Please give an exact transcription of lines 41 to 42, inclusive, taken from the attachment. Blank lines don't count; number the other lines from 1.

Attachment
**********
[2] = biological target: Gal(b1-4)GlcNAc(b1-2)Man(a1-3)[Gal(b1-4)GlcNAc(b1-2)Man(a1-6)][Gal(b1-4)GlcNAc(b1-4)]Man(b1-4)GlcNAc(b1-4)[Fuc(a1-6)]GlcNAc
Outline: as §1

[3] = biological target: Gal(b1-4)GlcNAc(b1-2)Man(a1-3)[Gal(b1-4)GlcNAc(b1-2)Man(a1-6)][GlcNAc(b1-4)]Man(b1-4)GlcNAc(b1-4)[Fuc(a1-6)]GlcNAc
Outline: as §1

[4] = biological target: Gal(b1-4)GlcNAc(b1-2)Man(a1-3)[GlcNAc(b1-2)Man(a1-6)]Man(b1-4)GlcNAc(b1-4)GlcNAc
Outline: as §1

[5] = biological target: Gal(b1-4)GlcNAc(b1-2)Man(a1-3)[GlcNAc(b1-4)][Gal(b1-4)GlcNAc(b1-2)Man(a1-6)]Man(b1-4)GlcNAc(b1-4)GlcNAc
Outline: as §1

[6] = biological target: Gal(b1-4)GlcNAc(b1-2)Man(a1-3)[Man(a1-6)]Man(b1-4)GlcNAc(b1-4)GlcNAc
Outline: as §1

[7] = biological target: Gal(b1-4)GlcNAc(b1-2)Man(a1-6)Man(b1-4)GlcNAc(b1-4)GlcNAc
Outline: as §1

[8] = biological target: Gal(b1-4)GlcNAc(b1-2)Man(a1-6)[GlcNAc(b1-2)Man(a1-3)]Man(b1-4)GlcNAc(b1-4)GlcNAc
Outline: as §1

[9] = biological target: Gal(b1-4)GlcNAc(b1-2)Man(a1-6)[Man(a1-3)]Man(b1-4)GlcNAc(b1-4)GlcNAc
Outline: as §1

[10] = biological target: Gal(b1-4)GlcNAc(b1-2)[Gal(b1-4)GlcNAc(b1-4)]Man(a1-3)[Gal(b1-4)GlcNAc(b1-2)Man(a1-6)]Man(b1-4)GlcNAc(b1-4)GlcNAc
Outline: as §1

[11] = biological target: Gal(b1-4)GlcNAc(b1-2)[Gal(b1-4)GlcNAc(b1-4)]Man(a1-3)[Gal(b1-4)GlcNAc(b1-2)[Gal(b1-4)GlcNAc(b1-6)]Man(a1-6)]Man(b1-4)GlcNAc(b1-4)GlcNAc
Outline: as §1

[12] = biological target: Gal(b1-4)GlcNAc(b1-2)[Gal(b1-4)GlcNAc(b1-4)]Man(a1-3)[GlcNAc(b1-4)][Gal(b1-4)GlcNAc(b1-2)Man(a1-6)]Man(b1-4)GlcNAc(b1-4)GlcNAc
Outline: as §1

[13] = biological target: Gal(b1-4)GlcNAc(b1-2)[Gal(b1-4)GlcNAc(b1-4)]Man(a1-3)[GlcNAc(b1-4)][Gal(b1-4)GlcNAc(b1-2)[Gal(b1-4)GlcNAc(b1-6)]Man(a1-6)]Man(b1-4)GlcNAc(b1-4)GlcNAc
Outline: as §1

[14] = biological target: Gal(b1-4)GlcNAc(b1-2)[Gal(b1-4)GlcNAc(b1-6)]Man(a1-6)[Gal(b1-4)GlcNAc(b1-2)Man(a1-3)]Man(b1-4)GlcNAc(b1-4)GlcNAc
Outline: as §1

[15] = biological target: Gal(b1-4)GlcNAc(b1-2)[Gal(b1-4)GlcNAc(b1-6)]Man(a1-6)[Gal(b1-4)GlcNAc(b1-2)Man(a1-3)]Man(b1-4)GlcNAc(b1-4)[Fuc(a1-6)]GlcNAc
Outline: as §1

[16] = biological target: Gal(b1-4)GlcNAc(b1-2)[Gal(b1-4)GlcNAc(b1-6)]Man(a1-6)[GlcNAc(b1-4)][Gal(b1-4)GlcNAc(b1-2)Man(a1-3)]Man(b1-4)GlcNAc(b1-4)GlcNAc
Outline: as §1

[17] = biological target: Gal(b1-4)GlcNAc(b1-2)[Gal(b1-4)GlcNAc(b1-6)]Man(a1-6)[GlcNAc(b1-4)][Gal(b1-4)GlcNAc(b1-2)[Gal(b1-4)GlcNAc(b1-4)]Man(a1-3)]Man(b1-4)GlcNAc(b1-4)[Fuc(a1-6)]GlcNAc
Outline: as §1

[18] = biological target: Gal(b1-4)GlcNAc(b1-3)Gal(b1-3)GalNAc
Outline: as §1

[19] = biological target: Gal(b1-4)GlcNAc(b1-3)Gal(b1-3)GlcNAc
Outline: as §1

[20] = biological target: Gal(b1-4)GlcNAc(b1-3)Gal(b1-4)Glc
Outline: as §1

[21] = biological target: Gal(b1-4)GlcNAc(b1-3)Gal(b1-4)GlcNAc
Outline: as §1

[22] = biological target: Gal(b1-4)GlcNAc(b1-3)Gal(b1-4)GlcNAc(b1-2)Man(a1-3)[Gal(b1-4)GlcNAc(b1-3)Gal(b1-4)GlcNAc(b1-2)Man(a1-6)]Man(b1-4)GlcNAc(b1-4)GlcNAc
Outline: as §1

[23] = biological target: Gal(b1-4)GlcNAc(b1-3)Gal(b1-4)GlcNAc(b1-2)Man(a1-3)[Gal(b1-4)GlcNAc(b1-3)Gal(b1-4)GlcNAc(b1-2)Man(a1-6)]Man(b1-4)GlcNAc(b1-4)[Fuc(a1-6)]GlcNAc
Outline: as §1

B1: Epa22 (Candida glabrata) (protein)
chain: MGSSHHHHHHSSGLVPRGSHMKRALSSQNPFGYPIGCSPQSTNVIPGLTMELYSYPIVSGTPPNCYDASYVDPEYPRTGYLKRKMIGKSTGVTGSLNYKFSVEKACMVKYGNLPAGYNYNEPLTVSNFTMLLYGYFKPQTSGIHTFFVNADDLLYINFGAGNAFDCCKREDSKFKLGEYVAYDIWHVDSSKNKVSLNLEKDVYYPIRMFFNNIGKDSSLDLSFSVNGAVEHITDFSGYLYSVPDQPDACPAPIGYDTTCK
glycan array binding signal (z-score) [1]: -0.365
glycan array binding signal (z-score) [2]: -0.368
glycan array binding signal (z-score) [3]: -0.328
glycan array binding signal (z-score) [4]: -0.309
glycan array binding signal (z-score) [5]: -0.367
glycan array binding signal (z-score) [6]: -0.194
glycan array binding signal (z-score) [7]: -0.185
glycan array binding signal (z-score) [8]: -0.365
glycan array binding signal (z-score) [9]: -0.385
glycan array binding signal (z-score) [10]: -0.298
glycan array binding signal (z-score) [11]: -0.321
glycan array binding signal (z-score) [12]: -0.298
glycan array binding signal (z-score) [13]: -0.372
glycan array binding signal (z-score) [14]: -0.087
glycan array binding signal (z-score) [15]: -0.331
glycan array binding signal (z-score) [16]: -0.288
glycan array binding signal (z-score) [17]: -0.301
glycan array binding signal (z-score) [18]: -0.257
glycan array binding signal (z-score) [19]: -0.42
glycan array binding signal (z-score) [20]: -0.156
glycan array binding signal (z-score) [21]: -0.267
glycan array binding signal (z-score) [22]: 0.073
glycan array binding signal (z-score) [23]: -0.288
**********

[22] = biological target: Gal(b1-4)GlcNAc(b1-3)Gal(b1-4)GlcNAc(b1-2)Man(a1-3)[Gal(b1-4)GlcNAc(b1-3)Gal(b1-4)GlcNAc(b1-2)Man(a1-6)]Man(b1-4)GlcNAc(b1-4)GlcNAc
Outline: as §1